• Develop a consistent approach for maintaining and updating the roadway database. Michigan maintains a statewide base map of its public roads and inventory files for all physical assets, safety assets, and roadway characteristics on the State system (10,000 of Michigan's 120,000 miles of roads are State-maintained). To ensure the map is updated, MDOT maintains a list of locations where significant maintenance or construction has been performed. In the spring and summer, technical staff drive roads and collect data for the updated roads using a Global Positioning System (GPS) receiver and standard-format checklists.

Data Systems Discussions

Following the peer presentations, Ben Gribbon, FHWA Office of Safety, facilitated discussions with all participants on four of the data systems, concentrating on how California can make improvements to better address SHSP data needs.

Participants documented their work under the six performance areas, including timeliness, accuracy, completeness, uniformity, ability to integrate data, and accessibility. The first part of each discussion focused on issues and opportunities presented by the current data system. Next, the group identified strategies to improve the performance of the data system for California.

Crash Database Discussion

Improving the crash database is the most difficult challenge California faces in addressing its SHSP data needs. The group acknowledged that electronic reporting has the greatest potential to make a difference in a number of critical areas. However, California faces several hurdles in implementing electronic reporting. In the past, CHP used laptops to fill out crash reports. The computers were stored in patrol cars' trunks until needed. Officers found it more convenient to fill out a paper report for later processing than retrieving the computer to submit a report. Given these challenges, the group agreed that it was important to investigate new solutions. The group agreed that electronic reporting has the potential to address many of California's “six pack” data quality issues. The peers suggested starting with a target time for entering crash reports into the crash database. Reaching this goal will encourage future target-setting and potentially lead to other successes.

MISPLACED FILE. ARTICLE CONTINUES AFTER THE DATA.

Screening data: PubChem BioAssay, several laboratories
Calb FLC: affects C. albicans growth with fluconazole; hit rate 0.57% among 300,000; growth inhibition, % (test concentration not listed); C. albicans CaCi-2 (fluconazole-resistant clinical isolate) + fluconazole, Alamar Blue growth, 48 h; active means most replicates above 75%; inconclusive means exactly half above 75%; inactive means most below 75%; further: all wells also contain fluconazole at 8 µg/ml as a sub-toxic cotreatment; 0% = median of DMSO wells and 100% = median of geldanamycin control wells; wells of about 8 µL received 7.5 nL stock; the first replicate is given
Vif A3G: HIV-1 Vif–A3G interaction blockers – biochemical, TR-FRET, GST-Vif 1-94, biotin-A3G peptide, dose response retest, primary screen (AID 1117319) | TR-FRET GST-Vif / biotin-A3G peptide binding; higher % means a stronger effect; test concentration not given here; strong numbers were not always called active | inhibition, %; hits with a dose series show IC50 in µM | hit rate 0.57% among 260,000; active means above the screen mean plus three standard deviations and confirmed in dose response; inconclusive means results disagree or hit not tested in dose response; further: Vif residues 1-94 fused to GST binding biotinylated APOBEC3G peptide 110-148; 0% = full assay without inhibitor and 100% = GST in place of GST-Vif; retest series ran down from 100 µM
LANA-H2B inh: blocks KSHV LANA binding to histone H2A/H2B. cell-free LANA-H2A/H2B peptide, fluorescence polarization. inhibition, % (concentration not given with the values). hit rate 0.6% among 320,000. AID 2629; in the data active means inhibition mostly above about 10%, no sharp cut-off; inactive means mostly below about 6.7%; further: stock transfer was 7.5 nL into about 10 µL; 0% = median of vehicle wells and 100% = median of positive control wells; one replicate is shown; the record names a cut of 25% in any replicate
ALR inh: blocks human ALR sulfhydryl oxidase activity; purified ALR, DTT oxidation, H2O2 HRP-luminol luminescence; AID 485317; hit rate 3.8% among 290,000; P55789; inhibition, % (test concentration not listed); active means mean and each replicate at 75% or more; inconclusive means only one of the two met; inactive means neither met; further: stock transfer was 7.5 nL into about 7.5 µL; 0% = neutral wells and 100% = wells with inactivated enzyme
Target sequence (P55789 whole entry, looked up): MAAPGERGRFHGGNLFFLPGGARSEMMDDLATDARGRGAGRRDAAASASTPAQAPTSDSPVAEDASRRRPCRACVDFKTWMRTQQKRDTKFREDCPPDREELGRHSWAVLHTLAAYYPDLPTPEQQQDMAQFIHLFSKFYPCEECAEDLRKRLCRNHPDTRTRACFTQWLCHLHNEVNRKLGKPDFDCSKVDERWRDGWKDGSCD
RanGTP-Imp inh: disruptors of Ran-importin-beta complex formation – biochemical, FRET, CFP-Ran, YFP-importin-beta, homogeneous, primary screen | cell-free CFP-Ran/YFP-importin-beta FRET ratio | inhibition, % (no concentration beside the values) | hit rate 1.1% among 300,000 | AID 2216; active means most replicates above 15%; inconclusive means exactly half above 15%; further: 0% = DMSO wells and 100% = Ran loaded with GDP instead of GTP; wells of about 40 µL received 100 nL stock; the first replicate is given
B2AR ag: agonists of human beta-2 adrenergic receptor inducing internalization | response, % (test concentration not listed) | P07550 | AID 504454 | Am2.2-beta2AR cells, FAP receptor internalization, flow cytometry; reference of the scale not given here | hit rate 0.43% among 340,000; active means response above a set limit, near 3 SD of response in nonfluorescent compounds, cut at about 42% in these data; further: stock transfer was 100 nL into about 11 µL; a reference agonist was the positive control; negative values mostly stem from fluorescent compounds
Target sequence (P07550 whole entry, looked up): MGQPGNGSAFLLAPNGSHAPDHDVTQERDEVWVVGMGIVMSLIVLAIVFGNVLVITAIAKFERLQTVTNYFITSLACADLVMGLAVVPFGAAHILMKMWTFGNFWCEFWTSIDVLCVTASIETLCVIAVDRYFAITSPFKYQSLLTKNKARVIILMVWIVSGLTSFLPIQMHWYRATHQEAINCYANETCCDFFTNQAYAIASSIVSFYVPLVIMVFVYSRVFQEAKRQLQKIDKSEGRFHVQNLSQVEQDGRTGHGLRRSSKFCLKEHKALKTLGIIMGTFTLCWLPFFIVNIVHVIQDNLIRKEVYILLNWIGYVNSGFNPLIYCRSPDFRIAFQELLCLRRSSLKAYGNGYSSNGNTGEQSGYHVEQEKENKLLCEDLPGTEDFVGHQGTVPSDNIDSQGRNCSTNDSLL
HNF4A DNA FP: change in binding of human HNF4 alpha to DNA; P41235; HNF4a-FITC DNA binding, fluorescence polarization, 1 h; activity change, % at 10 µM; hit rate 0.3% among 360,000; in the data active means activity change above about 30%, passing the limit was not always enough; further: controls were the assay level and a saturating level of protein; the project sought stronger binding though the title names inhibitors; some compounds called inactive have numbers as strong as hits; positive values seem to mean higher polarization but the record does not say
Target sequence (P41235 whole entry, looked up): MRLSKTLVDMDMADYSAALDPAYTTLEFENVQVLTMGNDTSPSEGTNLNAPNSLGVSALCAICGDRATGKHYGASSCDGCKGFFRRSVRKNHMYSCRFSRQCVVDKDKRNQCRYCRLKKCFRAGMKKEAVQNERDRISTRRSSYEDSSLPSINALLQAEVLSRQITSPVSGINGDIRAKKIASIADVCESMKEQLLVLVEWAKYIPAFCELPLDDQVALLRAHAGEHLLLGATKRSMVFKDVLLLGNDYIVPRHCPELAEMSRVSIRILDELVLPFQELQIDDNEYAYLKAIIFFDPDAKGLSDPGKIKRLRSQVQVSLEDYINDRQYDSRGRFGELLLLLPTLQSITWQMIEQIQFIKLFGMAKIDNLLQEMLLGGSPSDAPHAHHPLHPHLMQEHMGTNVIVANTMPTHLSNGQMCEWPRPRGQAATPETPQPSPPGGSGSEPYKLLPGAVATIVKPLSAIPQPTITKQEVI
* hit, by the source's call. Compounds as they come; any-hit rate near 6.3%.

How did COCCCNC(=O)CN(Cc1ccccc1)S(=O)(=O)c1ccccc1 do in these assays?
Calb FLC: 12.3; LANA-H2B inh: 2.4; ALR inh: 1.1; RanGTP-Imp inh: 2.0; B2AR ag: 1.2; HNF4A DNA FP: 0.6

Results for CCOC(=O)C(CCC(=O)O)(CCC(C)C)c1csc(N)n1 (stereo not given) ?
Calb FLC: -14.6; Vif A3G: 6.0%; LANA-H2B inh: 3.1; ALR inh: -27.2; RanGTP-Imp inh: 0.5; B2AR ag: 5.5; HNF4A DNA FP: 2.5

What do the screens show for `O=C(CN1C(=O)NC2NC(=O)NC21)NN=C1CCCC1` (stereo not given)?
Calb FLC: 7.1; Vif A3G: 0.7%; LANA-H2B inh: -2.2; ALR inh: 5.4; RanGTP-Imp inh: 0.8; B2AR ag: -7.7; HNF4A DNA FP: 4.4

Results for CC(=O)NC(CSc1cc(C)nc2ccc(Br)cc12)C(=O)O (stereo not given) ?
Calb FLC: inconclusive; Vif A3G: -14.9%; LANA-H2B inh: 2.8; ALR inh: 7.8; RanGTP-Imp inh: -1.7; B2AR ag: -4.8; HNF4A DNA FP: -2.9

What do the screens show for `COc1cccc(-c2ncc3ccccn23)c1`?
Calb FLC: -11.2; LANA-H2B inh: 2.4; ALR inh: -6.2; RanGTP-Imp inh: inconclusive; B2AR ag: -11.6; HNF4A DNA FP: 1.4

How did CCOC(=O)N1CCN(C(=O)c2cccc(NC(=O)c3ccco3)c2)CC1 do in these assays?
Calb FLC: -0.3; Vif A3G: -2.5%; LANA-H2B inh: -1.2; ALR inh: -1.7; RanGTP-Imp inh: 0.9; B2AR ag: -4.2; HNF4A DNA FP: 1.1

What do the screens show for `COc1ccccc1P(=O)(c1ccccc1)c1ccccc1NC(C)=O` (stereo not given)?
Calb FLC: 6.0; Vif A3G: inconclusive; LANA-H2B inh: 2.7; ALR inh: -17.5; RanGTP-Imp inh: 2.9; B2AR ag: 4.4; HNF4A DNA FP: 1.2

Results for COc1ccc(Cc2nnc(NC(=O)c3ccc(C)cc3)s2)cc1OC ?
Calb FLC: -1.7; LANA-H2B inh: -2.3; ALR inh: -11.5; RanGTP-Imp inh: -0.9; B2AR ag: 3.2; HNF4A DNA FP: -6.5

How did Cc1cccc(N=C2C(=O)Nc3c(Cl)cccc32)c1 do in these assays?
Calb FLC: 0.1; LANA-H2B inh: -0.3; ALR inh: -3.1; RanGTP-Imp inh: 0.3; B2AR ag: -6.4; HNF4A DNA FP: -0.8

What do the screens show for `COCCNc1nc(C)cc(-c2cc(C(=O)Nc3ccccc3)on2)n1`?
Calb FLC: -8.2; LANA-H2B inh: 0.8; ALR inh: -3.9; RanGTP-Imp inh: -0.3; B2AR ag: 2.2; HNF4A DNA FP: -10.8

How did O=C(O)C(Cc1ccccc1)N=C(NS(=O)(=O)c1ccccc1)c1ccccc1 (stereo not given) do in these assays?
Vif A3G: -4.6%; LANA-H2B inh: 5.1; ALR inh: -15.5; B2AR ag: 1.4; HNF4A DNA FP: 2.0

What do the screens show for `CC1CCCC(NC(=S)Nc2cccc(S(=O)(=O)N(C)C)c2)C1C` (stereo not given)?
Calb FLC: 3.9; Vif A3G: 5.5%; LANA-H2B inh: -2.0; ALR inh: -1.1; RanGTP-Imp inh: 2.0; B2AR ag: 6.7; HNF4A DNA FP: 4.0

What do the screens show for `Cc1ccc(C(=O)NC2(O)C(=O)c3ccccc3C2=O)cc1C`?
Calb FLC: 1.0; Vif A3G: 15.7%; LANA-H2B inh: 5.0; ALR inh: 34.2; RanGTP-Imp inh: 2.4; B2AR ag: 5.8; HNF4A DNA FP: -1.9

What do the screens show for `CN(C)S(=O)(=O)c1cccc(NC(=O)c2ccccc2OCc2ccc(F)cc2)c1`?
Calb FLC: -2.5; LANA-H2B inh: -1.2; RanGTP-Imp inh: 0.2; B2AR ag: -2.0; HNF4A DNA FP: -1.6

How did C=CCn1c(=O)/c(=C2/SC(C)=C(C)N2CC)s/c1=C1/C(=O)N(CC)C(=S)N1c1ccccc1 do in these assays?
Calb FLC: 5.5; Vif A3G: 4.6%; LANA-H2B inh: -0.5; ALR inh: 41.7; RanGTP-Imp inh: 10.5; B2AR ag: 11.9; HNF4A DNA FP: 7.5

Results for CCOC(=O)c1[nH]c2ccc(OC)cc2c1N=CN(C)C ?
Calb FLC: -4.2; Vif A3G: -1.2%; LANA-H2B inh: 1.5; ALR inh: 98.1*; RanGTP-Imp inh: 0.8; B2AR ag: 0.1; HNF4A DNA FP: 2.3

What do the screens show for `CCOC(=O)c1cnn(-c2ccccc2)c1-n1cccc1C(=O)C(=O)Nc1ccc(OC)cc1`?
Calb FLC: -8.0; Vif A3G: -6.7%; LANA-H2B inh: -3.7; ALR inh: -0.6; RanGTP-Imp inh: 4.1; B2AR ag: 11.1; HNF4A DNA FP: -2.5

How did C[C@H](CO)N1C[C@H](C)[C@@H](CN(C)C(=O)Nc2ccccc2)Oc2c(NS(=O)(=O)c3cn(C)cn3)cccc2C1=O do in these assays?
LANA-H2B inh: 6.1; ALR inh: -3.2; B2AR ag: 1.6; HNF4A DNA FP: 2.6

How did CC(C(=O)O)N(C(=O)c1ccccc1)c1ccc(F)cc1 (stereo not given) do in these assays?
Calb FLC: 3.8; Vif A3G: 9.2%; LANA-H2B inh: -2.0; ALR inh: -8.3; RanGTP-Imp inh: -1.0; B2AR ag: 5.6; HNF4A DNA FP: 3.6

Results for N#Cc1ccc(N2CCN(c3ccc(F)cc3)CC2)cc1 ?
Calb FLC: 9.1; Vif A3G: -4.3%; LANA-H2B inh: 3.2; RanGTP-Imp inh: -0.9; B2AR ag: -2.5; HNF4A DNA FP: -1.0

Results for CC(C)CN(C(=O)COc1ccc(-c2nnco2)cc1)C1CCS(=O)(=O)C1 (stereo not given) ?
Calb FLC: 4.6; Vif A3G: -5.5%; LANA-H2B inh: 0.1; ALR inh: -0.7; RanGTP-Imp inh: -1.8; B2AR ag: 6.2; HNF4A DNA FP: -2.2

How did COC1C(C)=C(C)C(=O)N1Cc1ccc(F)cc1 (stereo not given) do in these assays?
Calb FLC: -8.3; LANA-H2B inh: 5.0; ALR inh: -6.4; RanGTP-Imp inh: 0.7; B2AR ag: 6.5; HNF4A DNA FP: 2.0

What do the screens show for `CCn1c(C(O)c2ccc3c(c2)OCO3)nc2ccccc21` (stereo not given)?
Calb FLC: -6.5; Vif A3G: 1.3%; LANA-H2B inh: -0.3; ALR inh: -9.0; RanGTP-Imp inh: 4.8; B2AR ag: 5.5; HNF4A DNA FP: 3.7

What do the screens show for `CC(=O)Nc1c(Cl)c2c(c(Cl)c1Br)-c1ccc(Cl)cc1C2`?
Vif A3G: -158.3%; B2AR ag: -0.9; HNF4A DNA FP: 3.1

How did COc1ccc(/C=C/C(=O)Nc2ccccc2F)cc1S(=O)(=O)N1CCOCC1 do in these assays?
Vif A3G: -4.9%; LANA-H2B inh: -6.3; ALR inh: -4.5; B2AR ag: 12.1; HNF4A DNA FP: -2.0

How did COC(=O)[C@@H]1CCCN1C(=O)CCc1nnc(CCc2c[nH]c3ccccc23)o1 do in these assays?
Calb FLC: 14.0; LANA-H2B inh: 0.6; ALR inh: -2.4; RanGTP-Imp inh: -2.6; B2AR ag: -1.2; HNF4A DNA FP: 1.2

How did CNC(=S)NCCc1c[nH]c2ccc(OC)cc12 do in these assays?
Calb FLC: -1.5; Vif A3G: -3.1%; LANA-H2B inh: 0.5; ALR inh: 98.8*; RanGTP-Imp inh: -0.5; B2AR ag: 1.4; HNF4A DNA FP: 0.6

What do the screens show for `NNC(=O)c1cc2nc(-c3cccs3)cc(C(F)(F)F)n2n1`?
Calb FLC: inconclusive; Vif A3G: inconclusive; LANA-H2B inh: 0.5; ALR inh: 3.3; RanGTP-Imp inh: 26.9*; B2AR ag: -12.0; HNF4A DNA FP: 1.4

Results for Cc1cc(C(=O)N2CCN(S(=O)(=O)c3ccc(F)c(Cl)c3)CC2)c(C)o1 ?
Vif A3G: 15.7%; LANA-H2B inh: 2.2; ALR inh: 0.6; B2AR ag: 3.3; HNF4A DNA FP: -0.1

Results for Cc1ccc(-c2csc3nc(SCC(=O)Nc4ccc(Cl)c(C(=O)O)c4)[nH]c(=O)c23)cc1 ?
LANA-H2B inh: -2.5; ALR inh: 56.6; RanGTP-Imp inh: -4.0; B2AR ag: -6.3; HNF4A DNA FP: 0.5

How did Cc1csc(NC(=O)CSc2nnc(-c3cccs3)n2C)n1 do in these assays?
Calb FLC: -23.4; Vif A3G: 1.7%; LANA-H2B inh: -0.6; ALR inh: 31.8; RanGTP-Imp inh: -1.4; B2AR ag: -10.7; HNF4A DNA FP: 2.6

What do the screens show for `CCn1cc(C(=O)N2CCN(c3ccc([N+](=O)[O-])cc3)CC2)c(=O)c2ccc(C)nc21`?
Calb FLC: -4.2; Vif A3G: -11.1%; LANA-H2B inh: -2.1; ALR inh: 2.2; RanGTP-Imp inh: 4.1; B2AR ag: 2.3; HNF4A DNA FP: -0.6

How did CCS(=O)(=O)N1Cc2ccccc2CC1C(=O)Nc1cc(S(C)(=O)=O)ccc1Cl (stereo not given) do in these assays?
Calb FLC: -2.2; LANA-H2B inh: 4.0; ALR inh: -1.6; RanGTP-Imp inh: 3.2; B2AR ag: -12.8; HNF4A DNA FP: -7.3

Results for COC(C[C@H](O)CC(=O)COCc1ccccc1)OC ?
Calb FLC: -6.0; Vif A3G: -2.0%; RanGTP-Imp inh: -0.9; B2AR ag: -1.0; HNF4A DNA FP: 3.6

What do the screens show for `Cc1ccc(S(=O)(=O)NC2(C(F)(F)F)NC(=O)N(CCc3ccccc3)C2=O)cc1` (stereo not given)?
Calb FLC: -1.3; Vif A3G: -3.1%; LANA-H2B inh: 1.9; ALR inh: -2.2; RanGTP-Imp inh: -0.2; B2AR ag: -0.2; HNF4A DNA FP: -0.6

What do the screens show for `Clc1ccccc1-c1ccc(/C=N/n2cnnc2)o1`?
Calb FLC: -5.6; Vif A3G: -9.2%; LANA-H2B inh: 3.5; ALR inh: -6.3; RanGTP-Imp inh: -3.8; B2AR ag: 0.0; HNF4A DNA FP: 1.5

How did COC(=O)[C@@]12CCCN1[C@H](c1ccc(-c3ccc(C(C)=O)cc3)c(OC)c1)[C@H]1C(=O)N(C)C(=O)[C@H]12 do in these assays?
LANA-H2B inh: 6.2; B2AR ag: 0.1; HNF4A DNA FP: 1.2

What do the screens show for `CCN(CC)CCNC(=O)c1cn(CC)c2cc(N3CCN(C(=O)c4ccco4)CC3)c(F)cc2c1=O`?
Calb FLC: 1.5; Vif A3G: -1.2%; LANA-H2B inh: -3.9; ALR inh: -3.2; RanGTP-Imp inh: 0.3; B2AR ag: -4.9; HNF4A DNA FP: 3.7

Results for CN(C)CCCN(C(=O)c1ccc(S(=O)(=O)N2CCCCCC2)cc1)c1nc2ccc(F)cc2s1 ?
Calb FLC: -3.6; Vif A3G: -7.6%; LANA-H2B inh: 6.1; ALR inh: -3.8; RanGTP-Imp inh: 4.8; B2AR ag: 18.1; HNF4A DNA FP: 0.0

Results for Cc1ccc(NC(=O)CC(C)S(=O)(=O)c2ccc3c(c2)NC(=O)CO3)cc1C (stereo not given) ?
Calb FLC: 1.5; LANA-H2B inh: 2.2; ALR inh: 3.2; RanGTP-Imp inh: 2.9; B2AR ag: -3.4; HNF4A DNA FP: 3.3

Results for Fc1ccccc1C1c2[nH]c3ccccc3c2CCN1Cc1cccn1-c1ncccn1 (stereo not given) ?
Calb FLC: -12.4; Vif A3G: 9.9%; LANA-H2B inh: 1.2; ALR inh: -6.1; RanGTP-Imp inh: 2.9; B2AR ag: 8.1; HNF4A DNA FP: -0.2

To promote the benefits of electronic reporting to law enforcement agencies, an agency must demonstrate the added value of the system. For example, the electronic system can add value by providing a repository of crash data and reports that are available to the reporting agencies and streamlining the process for creating reports. It can also lead to cost savings in eliminating the need to devote administrative time to copying and shipping reports.

The group agreed that it would be effective to pilot electronic reporting in an area that has a high crash rate but has limited SWITR submissions. In exchange for participation, the State could impose evaluation criteria for the pilot project.

Another discussion focused on staffing the TRCC. The group agreed that an effective strategy would be to develop a staff position devoted to coordinating the TRCC's efforts.

The group identified seven strategies to pursue:

  1. Initiate electronic reporting
    1. Understand the benefits, such as reducing costs and creating a central repository
    2. Identify a target number of days for processing crash reports; make criteria clear for reporting
  2. Outline evaluation requirements for electronic reporting
  3. Develop a marketing plan and include success stories
  4. Address legislation modifications as needed
  5. Hire a TRCC coordinator
  6. Include an IT representative on the TRCC
  7. Host a FHWA Crash Data Improvement Program review

Roadway Data Discussion

CHP was excited to hear from peers about applications to auto-fill latitude/longitude coordinates based on roadway location. Auto-filling location could eliminate the need to provide crash reports to Caltrans for geo-coding and validation; and reduce the amount of hardware needed for officers and administrative staff.

The group agreed that the biggest consideration for improving roadway data was developing a common roadway base map system. The group identified the following issues:

  • Use of different base map systems can lead to different outcomes or analysis.